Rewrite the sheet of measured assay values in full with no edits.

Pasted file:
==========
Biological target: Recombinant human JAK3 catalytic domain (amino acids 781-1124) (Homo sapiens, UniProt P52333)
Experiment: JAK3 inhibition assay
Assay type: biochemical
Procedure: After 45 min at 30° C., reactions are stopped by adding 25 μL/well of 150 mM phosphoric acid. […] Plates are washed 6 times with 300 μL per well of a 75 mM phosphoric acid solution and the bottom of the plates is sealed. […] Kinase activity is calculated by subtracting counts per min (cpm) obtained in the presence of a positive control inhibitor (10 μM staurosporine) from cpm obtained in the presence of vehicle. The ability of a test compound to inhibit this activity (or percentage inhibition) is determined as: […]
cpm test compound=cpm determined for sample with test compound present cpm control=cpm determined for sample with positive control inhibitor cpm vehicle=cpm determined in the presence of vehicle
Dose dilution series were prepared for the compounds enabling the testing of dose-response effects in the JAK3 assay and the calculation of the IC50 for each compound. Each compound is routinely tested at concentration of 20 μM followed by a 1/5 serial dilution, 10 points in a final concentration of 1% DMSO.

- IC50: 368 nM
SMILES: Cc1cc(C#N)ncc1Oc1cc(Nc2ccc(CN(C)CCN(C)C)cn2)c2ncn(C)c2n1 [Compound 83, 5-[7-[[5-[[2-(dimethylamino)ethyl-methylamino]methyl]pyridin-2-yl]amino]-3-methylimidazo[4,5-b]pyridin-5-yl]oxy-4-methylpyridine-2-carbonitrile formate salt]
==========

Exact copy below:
Biological target: Recombinant human JAK3 catalytic domain (amino acids 781-1124) (Homo sapiens, UniProt P52333)
Experiment: JAK3 inhibition assay
Assay type: biochemical
Procedure: After 45 min at 30° C., reactions are stopped by adding 25 μL/well of 150 mM phosphoric acid. […] Plates are washed 6 times with 300 μL per well of a 75 mM phosphoric acid solution and the bottom of the plates is sealed. […] Kinase activity is calculated by subtracting counts per min (cpm) obtained in the presence of a positive control inhibitor (10 μM staurosporine) from cpm obtained in the presence of vehicle. The ability of a test compound to inhibit this activity (or percentage inhibition) is determined as: […]
cpm test compound=cpm determined for sample with test compound present cpm control=cpm determined for sample with positive control inhibitor cpm vehicle=cpm determined in the presence of vehicle
Dose dilution series were prepared for the compounds enabling the testing of dose-response effects in the JAK3 assay and the calculation of the IC50 for each compound. Each compound is routinely tested at concentration of 20 μM followed by a 1/5 serial dilution, 10 points in a final concentration of 1% DMSO.

- IC50: 368 nM
SMILES: Cc1cc(C#N)ncc1Oc1cc(Nc2ccc(CN(C)CCN(C)C)cn2)c2ncn(C)c2n1 [Compound 83, 5-[7-[[5-[[2-(dimethylamino)ethyl-methylamino]methyl]pyridin-2-yl]amino]-3-methylimidazo[4,5-b]pyridin-5-yl]oxy-4-methylpyridine-2-carbonitrile formate salt]